About 20,000 households in the ACT face housing stress and single parent households are among the hardest hit, new research has found.
Housing stress, defined as when individuals spend more than 30 per cent of their pay packet on housing costs, affects in two in every five single parent households in the ACT and the research found "a significant intersection" between gender inequality and housing inequality.
The report, set to be released on Wednesday by the Housing and Homelessness Policy Consortium, brings together work by peak bodies gearing up to make housing an election issue in 2016.
Its members include ACT Shelter, the ACT Council of Social Service, the Youth Coalition and Women's Centre for Health Matters. The report includes findings from a phone poll of 1000 adults in the ACT and population and economic modelling.
It found 13 per cent of all ACT households faced housing stress, about 19,600 households in the ACT.
About 6600 households in the lowest 40 per cent of combined household income found their rent or mortgage payments quite or very difficult to pay in the past three months.
Households in the lowest 40 per cent were defined as having a combined gross income of $100,000 a year or less. Weekly rent and mortgage repayments, after deducting government rent assistance, was collected to calculate housing stress.
About 7000 households in the lowest 40 per cent of income earners reported that they compromised a lot on food and household grocery bought in the past year because of financial pressures, while 7200 said they compromised a lot on health and medical treatments.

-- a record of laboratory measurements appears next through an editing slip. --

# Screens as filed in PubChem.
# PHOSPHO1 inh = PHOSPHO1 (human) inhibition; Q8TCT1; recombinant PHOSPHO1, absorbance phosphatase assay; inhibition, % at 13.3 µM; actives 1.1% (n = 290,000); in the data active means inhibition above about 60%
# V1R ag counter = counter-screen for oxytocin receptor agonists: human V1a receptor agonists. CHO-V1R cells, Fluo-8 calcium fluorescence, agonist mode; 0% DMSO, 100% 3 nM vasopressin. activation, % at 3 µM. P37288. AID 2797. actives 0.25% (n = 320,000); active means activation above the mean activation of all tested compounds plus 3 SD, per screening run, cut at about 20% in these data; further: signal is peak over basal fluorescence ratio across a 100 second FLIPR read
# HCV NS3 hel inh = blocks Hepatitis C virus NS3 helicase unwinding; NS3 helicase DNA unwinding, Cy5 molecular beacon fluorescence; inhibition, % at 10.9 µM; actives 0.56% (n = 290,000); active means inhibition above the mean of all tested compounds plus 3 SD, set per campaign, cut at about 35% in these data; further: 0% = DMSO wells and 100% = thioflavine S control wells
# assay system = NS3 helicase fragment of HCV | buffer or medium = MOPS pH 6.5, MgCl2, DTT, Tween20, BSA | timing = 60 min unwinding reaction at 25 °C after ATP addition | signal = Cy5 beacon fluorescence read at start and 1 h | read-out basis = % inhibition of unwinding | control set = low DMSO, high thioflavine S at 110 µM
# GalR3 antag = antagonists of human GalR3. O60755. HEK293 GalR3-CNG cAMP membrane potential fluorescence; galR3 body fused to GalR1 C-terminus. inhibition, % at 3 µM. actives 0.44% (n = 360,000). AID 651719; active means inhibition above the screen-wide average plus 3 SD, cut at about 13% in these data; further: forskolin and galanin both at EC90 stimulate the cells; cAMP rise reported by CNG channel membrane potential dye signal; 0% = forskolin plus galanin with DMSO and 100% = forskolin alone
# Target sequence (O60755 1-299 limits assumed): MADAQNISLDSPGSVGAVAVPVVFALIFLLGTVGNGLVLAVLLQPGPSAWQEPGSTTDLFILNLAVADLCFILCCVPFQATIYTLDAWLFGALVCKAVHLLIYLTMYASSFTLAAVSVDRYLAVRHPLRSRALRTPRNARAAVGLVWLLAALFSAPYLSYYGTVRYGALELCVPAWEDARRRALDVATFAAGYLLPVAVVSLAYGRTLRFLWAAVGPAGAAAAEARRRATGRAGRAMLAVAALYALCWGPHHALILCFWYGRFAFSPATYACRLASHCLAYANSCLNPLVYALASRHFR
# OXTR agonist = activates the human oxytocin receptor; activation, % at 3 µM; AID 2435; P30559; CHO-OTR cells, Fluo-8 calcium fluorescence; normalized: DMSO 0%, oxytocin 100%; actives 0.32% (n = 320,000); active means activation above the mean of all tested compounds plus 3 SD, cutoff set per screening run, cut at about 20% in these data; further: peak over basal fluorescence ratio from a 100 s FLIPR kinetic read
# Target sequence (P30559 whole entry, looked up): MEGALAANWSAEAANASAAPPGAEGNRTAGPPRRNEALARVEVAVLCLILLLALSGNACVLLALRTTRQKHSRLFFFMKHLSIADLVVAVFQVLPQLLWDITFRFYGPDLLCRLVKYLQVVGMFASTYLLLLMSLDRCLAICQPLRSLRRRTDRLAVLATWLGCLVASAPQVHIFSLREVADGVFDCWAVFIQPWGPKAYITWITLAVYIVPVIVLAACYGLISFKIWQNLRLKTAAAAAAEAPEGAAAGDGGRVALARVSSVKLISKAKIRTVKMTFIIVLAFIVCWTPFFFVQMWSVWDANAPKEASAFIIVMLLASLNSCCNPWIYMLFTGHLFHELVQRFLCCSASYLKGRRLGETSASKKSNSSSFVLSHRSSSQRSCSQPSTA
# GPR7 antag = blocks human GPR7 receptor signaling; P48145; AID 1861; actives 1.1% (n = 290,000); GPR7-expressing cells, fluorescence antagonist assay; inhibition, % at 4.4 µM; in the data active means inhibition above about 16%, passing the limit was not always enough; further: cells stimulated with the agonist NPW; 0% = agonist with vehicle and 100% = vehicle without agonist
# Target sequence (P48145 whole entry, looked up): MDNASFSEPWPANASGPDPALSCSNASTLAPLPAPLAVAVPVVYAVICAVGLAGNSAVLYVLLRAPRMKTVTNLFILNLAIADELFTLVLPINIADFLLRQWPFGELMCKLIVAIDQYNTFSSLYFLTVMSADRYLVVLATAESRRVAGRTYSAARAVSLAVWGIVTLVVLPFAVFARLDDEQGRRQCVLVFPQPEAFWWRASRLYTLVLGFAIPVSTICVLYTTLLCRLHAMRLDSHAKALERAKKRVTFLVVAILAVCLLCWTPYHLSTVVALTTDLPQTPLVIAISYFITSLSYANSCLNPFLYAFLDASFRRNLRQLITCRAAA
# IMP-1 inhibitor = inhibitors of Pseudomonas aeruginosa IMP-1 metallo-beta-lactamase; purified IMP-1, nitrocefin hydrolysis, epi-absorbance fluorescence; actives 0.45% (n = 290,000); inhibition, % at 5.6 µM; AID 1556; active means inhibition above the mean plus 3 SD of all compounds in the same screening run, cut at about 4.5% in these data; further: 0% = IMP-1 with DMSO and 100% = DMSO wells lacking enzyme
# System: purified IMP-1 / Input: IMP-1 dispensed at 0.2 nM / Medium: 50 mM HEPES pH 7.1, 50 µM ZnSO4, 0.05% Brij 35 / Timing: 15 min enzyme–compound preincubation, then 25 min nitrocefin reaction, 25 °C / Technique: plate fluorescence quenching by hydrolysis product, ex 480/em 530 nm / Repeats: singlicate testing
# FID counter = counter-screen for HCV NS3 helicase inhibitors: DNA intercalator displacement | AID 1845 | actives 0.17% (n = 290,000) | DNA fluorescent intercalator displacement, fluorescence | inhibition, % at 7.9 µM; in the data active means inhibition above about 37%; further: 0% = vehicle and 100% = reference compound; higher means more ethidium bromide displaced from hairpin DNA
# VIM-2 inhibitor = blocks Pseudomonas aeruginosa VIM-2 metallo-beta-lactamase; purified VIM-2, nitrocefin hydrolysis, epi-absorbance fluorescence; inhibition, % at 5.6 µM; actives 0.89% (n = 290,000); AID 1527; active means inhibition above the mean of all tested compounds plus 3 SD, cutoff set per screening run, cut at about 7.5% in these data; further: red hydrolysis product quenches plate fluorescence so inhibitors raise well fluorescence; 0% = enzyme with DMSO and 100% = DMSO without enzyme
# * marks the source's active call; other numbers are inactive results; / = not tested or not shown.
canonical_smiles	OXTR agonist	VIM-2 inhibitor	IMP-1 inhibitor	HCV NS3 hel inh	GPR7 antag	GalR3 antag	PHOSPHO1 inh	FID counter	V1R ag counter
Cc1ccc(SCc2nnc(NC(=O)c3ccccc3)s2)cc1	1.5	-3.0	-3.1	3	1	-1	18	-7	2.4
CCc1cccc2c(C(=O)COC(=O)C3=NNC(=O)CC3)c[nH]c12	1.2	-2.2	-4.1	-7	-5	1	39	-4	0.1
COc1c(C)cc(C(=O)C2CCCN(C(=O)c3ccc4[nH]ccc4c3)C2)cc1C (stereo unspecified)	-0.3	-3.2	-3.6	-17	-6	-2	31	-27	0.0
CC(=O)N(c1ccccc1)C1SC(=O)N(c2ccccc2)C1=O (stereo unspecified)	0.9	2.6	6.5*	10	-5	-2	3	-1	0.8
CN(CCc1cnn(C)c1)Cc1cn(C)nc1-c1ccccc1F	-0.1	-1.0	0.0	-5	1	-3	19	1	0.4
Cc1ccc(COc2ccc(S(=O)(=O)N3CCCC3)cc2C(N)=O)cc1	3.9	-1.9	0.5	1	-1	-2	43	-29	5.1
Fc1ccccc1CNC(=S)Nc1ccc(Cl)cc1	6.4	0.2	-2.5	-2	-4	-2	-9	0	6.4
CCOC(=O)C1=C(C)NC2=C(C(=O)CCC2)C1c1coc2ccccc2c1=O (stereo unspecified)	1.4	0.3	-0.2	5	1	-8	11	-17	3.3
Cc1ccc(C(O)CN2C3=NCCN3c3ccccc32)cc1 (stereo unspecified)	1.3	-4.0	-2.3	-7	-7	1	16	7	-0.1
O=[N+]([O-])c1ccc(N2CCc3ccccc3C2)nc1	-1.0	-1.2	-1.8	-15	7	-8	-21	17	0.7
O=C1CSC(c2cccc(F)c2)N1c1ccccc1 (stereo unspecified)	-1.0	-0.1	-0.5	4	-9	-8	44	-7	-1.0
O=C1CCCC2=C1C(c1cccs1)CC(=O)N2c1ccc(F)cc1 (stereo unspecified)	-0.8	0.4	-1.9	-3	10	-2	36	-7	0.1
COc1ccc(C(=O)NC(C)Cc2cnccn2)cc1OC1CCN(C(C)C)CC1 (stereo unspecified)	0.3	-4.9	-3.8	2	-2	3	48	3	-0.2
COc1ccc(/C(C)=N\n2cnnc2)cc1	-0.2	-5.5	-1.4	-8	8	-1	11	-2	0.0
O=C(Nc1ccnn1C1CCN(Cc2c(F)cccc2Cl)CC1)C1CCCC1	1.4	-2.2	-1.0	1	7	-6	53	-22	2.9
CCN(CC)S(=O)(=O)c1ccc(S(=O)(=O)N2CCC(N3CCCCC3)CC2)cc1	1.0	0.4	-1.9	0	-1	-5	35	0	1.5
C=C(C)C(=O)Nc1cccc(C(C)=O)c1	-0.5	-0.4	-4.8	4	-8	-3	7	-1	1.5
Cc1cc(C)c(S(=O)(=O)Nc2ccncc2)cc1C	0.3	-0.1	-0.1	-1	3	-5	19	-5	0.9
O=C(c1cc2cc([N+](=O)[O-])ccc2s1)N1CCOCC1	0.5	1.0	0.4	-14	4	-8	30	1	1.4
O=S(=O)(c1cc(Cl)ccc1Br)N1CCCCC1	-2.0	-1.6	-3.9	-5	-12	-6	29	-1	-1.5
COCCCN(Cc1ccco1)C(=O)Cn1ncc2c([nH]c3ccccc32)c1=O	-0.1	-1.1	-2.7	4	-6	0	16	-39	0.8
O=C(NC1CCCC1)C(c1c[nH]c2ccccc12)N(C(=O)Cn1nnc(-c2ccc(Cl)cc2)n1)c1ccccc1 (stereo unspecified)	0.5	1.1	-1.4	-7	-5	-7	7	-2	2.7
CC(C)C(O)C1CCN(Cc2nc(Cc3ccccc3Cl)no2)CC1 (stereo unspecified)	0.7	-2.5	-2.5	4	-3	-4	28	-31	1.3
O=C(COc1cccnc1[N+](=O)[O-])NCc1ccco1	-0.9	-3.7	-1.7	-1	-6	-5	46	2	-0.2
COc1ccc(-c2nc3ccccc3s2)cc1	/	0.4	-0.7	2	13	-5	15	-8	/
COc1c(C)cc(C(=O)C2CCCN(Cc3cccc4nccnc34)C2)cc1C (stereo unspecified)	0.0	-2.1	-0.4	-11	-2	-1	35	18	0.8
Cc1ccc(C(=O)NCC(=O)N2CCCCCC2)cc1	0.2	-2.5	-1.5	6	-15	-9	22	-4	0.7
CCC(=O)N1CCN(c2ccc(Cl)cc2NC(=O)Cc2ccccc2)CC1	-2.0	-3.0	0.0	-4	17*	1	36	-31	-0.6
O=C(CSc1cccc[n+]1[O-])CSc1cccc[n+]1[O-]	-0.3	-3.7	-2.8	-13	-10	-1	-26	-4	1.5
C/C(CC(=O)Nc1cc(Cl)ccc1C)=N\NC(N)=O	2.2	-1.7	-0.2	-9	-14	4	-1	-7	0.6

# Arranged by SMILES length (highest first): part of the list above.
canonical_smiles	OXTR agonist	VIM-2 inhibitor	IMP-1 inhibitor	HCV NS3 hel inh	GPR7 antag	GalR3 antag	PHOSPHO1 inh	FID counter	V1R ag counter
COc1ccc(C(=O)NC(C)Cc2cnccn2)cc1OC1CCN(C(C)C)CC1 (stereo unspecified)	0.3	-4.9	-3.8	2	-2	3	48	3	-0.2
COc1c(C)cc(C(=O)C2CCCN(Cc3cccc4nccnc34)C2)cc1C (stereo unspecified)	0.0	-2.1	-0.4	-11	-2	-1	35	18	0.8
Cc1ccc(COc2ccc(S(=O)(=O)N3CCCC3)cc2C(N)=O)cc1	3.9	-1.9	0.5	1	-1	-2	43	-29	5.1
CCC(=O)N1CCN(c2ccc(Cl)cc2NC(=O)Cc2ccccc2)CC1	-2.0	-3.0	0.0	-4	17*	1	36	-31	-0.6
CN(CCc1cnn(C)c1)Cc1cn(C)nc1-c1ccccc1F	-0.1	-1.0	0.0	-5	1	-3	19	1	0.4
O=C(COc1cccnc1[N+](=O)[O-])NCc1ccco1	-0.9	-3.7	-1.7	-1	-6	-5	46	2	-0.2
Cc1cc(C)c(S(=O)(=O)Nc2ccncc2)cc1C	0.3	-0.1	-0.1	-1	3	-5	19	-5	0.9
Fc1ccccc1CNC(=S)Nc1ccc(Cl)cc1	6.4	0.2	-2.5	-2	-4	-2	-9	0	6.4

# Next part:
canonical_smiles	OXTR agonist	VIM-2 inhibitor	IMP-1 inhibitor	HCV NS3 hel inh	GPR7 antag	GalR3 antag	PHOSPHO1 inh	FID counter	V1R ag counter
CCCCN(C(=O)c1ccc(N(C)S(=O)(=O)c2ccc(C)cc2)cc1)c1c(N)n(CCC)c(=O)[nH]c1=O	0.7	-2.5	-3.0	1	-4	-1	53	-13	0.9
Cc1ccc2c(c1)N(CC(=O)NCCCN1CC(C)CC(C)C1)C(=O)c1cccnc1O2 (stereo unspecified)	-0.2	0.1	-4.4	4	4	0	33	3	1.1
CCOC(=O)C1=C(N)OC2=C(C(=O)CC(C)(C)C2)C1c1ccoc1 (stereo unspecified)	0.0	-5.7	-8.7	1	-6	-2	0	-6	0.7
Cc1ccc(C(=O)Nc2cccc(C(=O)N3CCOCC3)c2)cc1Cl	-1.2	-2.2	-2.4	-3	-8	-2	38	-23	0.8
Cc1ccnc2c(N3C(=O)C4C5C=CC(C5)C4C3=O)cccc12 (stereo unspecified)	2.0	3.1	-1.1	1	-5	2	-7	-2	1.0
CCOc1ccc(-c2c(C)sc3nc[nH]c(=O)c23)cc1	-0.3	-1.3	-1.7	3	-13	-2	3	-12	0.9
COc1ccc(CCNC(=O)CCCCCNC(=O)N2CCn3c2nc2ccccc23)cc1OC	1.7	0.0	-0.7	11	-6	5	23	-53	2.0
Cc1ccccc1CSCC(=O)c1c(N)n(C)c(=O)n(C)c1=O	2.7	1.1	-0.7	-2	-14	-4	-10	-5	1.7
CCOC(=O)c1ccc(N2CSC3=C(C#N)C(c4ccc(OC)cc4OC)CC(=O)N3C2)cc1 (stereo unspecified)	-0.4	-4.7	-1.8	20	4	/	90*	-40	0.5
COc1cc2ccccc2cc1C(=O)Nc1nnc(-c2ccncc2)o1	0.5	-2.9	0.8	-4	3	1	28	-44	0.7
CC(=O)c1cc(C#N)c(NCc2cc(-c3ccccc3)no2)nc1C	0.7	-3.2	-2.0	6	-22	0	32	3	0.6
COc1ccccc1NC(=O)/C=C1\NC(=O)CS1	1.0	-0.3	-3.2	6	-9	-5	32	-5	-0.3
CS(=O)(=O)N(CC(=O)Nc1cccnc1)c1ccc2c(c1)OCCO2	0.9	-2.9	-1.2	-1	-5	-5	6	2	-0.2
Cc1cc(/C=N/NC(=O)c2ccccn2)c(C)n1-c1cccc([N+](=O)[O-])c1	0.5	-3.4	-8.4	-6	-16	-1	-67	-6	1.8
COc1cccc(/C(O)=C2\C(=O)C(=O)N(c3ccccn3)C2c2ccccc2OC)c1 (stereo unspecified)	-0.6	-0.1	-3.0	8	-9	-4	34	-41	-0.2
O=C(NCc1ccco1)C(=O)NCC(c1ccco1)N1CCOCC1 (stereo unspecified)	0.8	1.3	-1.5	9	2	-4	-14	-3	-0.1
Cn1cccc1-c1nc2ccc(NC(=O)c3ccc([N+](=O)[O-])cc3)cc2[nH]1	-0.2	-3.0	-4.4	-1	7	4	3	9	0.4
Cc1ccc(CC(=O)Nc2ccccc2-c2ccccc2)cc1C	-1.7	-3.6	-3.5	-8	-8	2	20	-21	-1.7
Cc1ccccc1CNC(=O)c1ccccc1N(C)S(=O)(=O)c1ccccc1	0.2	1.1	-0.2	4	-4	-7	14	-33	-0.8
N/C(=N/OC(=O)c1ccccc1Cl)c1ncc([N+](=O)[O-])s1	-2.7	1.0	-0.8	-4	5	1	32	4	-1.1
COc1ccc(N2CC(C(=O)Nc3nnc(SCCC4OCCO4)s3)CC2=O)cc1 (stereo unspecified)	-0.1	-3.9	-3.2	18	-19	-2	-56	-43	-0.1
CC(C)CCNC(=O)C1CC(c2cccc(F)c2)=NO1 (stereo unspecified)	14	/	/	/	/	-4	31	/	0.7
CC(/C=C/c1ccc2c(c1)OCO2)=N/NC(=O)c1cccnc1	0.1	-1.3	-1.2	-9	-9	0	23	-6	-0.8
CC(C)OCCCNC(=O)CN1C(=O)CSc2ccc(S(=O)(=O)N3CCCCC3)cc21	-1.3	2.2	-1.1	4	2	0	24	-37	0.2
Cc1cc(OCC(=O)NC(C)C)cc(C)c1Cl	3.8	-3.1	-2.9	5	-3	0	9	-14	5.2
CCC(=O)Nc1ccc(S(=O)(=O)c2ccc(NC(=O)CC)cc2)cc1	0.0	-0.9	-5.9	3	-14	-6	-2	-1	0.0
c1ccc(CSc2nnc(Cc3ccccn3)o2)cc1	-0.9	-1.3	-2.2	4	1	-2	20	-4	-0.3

About 10,400 reported compromising a lot on the quality or location of their home.
The report said community service workers, health and welfare workers, childcare workers, hospitality staff and sales assistants were significantly more likely to to face housing stress, while single parent families, renters and those work outside of public services were particularly over-represented.
More than one in five workers in the private sector live in households facing housing stress, compared with 8 per cent of workers in the ACT public service and 2 per cent of workers in the federal public service.
People working in casual and temporary part-time positions are significantly more likely to live in households facing housing stress.
ACT Shelter executive officer Travis Gilbert said as housing costs rose as a proportion of pay packets, families and single parents were forced to compromise on other priorities.
"Economic diversification has long been viewed as critical to ensure the future prosperity of Canberra," Mr Gilbert said.
"Diversification means growing private sector jobs, particularly in our service industries. Our research found workers in the retail and personal service industries were up 20 times more likely to struggle to meet housing costs than workers in the public service."
The research showed there of 149,300 households in the ACT, of which about 47,800 were couple parent households with children. About 15,200 were single parent households, 1800 were family households and 40,300 were couples.
About 35,700 were single person homes and 8500 were group homes.
ACT Council of Social Service director Susan Helyar said compromising on essential spending was a significant concern to the community.
"These compromises are not about missing out on dinner out or downgrading a holiday," she said.
"They are largely single-parent households being unable to provide children with any extra-curricular activities like sport and music with their peers. This can have a significant impact on development, education attainment, wellbeing and inclusion."